The study was hailed as an important step in implementing a key aspect of a joint action plan which called for the development and deployment of a harmonized trucking strategy. It examined areas such as the economic role of trucking in the region’s transportation industry, the region’s growing economic relationship with the United States, in particular border crossings, improving fleet management to support the export of Atlantic Canadian products, the use of e-business technologies and the integration of systems, like motor vehicle registration.
The report provided 19 recommendations for harmonizing the industry in Atlantic Canada, to make it more self-reliant, to help it capitalize on economic opportunities and reduce unnecessary duplication and red tape.
Don Cafferty, senior policy analyst for ACOA, said there has been progress towards harmonization since the study was released and that the provinces continue to work together on issues raised in the study.
“Simply put, the study was strategic,” Cafferty said from his office in Moncton, N.B.
“The aim was to review all of the rules and regulations governing the trucking industry with the hopes of harmonizing many of those rules and regulations.
“Work is proceeding on harmonization of procedures for the movement of oversize and overweight loads, and on common enforcement practices within the region.
“Streamlining the rules and, ideally, reducing four sets of rules with one set would allow trucking industry members to operate as cost-effectively and efficiently as possible. Cost effectiveness and efficiency continue to be important parameters and can not be ignored in a globally competitive marketplace. Atlantic Canada is dependent on selling its products and services to export markets.”
To that end, Cafferty said harmonizing regulations, policies or procedures wasn’t discussed to put more federal dollars in the province’s coffers or push for a change in tax rates.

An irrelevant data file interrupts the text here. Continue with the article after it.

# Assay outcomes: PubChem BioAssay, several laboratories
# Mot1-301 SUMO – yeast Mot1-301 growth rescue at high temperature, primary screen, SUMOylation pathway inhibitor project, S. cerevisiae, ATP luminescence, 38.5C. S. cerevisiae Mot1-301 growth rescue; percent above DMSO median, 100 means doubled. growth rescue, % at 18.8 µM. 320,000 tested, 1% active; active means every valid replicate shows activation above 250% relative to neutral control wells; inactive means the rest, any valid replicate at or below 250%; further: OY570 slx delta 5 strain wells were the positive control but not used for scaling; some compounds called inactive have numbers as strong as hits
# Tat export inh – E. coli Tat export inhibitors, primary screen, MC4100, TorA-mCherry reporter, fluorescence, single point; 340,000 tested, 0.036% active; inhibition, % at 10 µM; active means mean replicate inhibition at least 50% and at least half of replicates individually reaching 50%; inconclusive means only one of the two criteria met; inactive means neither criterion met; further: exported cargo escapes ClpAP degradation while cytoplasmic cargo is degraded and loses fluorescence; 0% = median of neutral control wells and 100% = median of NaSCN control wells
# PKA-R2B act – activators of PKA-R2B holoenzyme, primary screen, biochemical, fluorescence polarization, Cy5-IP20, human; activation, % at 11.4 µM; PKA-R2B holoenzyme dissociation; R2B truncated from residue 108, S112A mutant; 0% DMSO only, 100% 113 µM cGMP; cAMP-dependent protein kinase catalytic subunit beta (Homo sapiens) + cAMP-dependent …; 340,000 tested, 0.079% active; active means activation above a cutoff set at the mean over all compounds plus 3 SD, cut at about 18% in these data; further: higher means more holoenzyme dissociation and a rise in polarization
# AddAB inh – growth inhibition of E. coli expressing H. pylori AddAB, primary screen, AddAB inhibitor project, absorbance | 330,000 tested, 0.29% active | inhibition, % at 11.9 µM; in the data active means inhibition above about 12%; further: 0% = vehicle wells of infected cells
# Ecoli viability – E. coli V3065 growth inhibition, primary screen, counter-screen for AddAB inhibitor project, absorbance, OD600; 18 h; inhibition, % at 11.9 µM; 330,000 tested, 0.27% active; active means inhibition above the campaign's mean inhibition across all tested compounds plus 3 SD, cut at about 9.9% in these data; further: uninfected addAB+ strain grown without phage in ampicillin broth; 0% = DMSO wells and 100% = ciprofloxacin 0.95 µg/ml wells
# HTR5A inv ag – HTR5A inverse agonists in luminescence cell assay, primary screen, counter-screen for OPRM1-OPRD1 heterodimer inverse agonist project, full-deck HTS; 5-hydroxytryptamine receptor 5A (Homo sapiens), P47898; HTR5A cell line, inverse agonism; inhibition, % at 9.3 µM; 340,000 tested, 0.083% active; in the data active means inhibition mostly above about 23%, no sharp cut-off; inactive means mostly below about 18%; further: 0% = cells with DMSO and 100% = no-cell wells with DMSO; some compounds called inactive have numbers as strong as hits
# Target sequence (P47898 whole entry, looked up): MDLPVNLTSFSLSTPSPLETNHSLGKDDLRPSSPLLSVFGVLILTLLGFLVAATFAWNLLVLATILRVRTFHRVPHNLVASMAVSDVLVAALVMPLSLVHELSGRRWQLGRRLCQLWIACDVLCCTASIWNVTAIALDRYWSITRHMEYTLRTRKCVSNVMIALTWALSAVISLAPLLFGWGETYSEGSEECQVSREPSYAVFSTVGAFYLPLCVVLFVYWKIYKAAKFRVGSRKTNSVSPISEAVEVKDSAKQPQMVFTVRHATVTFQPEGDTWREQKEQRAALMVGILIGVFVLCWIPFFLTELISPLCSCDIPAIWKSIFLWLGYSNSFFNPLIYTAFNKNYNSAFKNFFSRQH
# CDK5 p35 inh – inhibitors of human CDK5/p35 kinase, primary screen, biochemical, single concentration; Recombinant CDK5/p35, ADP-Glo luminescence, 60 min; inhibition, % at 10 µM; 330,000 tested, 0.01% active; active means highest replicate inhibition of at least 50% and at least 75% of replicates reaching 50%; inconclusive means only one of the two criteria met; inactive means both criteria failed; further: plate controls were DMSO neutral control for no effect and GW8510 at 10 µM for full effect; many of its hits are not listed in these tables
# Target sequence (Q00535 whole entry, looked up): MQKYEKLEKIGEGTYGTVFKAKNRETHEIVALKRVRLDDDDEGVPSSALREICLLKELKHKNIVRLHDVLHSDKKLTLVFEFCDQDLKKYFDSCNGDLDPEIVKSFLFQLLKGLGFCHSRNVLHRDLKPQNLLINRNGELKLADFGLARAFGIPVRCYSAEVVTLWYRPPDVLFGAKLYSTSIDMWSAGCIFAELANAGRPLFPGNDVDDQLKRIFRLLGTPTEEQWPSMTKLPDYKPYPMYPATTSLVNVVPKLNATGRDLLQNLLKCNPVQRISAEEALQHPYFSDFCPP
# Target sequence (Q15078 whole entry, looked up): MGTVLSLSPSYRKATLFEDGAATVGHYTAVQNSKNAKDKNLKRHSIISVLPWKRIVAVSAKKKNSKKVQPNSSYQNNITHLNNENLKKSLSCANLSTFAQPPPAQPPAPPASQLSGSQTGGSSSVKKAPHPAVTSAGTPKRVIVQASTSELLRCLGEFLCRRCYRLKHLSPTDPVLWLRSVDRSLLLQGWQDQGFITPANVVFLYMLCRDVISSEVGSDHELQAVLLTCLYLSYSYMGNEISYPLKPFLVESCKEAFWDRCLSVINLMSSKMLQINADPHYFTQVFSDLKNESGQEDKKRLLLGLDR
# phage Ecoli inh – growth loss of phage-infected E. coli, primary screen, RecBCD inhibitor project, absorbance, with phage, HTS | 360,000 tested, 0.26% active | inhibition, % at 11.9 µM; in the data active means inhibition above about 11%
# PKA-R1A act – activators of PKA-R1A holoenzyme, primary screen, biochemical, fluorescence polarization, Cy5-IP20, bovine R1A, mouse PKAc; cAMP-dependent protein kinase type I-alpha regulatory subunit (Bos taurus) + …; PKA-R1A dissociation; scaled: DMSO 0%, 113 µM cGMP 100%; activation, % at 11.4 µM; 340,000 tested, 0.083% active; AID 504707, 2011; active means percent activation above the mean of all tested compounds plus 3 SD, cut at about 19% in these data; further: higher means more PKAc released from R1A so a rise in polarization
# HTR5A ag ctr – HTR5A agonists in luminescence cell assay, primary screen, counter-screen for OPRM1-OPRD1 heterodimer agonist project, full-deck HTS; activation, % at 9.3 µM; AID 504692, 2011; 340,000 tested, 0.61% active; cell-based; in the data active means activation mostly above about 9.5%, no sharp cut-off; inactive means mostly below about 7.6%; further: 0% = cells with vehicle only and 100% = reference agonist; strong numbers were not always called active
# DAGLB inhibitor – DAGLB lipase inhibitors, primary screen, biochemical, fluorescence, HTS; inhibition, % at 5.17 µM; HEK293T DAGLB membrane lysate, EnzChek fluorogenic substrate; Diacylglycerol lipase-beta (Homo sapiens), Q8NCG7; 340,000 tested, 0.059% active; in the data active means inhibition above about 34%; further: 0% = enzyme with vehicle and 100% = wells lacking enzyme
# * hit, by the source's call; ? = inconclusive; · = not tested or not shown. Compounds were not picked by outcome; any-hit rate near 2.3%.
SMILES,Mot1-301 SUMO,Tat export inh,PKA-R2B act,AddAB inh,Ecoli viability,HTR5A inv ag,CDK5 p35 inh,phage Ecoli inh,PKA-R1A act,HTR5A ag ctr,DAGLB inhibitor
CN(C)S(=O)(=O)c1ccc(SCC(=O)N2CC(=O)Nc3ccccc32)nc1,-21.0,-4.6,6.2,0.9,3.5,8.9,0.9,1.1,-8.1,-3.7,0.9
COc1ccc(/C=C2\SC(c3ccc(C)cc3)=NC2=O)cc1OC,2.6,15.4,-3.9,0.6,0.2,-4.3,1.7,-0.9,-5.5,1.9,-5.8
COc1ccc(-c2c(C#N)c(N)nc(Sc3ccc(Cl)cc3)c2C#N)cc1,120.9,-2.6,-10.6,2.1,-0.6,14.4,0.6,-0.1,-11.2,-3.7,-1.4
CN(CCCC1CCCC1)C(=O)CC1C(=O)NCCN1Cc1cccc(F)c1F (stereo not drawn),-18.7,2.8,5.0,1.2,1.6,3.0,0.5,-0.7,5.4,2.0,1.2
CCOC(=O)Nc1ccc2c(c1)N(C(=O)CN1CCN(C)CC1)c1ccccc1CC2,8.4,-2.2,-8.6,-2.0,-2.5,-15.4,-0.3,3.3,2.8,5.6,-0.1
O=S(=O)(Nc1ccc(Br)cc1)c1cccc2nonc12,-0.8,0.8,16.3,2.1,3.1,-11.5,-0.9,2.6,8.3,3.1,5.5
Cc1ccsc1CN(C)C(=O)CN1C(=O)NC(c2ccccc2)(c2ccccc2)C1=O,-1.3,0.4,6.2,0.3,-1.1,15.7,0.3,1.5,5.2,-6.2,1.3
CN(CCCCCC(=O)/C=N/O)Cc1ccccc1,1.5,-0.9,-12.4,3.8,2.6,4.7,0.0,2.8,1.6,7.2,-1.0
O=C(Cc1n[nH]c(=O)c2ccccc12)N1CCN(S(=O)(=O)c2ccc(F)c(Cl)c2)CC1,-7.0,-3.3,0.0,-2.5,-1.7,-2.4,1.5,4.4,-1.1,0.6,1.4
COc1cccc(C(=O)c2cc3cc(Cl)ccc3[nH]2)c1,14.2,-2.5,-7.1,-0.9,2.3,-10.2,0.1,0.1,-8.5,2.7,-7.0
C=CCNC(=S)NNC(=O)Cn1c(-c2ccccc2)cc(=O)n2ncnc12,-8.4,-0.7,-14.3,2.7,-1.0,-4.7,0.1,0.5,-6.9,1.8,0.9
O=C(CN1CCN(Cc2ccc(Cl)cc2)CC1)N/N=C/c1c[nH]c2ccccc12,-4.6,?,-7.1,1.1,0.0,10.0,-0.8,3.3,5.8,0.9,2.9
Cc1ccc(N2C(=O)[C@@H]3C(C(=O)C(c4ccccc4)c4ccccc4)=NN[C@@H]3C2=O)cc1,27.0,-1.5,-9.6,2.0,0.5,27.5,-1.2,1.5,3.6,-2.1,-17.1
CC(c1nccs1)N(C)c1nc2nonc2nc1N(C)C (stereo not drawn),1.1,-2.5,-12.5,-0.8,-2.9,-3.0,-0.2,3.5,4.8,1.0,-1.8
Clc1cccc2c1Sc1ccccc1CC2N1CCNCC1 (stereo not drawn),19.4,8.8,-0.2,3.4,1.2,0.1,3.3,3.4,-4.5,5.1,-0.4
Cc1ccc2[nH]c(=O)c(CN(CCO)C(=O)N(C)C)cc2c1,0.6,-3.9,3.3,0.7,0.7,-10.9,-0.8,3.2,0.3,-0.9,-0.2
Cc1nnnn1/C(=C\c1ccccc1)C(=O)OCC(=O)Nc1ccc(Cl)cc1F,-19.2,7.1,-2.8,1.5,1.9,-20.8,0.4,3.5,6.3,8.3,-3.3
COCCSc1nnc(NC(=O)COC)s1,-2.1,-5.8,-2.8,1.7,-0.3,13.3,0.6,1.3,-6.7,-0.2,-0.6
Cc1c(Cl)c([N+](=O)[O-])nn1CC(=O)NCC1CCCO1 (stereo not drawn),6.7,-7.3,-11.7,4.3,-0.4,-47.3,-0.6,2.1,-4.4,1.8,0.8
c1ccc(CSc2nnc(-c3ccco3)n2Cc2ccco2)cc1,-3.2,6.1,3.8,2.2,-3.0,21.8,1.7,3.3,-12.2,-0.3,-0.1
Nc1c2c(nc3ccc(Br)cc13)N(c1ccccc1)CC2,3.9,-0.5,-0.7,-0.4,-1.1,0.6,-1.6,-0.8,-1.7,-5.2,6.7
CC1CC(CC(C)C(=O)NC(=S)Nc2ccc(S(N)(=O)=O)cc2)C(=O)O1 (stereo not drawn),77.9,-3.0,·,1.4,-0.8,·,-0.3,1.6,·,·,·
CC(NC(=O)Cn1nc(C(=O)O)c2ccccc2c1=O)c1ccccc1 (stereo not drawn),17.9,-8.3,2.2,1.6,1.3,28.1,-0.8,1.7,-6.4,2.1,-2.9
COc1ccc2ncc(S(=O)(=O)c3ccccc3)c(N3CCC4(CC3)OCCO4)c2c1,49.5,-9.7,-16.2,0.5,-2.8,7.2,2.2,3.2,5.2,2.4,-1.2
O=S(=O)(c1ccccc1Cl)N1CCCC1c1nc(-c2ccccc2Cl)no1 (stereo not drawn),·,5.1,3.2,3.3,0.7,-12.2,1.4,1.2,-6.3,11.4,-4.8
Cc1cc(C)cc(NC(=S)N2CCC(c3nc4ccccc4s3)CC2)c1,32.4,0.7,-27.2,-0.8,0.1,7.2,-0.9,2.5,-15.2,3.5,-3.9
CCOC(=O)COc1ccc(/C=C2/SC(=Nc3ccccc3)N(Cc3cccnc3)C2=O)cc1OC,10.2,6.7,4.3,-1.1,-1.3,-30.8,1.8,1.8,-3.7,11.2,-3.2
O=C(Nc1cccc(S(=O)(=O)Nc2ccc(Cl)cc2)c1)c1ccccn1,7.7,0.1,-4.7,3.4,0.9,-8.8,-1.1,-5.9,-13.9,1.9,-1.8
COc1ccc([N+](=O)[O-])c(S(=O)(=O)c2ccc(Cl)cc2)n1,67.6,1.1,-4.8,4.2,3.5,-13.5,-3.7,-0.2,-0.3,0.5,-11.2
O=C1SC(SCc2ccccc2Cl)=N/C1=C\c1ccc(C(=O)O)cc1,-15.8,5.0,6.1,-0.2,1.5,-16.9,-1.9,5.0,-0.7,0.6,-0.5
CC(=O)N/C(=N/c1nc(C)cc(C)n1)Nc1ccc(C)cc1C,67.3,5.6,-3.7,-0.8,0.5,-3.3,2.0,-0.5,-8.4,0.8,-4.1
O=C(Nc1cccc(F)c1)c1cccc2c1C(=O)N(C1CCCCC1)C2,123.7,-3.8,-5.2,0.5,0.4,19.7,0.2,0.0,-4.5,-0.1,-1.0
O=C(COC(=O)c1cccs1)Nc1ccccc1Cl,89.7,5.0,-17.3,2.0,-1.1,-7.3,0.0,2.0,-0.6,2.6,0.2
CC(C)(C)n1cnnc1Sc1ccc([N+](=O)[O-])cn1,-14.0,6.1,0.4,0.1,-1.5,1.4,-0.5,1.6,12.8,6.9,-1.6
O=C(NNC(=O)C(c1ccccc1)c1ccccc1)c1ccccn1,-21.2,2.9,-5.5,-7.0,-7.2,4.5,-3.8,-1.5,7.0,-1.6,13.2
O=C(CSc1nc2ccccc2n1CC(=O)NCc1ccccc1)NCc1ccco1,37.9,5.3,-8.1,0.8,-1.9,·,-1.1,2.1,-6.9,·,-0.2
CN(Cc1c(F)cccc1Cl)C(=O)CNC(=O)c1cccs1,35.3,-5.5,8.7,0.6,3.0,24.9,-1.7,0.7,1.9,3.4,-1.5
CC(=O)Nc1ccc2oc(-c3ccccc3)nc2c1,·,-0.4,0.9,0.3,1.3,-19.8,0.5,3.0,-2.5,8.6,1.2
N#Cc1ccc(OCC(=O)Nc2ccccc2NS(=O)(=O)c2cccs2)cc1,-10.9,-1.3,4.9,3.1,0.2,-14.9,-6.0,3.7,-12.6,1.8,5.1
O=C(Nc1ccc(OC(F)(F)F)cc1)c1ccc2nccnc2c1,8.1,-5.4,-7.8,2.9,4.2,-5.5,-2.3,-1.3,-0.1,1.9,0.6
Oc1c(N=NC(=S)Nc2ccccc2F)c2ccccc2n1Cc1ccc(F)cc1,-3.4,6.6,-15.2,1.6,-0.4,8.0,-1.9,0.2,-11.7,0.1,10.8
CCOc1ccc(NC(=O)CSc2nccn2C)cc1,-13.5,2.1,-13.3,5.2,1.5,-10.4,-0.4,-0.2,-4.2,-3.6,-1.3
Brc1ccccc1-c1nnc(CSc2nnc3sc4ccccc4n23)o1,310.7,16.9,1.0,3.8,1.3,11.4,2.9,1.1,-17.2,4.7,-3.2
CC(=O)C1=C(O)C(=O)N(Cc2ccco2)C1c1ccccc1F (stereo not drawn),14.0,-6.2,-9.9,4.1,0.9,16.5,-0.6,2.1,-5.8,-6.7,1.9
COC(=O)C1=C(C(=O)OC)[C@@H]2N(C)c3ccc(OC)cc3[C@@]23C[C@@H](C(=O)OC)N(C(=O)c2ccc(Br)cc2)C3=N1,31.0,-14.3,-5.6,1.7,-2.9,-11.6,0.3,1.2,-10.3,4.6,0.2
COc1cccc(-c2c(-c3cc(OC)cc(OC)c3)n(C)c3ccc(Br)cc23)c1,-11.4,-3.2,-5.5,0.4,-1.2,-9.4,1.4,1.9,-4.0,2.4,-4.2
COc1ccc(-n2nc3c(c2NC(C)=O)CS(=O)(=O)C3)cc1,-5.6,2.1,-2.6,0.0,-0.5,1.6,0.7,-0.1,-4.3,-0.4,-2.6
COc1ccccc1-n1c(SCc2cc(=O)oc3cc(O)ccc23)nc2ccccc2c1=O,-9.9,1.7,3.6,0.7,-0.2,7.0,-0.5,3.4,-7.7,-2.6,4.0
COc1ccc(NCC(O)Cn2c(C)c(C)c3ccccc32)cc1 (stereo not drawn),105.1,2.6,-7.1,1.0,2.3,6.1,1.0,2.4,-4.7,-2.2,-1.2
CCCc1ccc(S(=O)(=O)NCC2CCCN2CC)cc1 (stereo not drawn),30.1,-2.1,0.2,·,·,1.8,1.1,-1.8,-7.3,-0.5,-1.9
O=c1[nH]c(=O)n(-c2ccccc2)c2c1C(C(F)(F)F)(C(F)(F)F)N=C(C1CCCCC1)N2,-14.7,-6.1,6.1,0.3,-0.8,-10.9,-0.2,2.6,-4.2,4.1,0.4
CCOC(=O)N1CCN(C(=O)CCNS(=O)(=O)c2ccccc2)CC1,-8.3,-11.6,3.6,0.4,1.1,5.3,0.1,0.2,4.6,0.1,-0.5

“Efficient and cost-effective truck transport is a significant factor in Atlantic Canada’s relationship with U.S. and Canadian trading partners, and therefore, has to be an important element of any economic development strategy for the region,” Cafferty said. About $4 billion worth of New Brunswick exports and about $3 billion worth of goods from the other Atlantic Provinces travel by truck on New Brunswick highways to our trading partners in Quebec, Ontario and the United States.
While many view a harmonized trucking strategy for Atlantic Canada as a desirable policy, there are exceptions.
Some government officials have expressed concern about the need to harmonize everything. They point to high costs in marrying large existing systems with, perhaps, little resulting benefit.
Large interprovincial and international motor carriers may be in favour of harmonization, but carriers in Labrador and northern New Brunswick are more concerned with issues between their region and Quebec than harmonization within Atlantic Canada.
Local carriers, such as dump truck operators, who work within one province, may view harmonization with some suspicion if it means changing their regulations and policies.
But harmonization has become a slow process, said Boyd.
“If you look at streamlining enforcement, I must say, up to this point, there has been very little activity in some areas,” Boyd said.
“In other areas, there’s been work conducted although there’s been some erosion from that work, like weights and dimensions.
“There are other areas where basically the governments, as individual provinces, have not either tasked the proper people to do the job or gave them the latitude to try to level the playing field in Atlantic Canada.
“But, on the other hand, we are closer to complete harmonization than we’ve ever been.”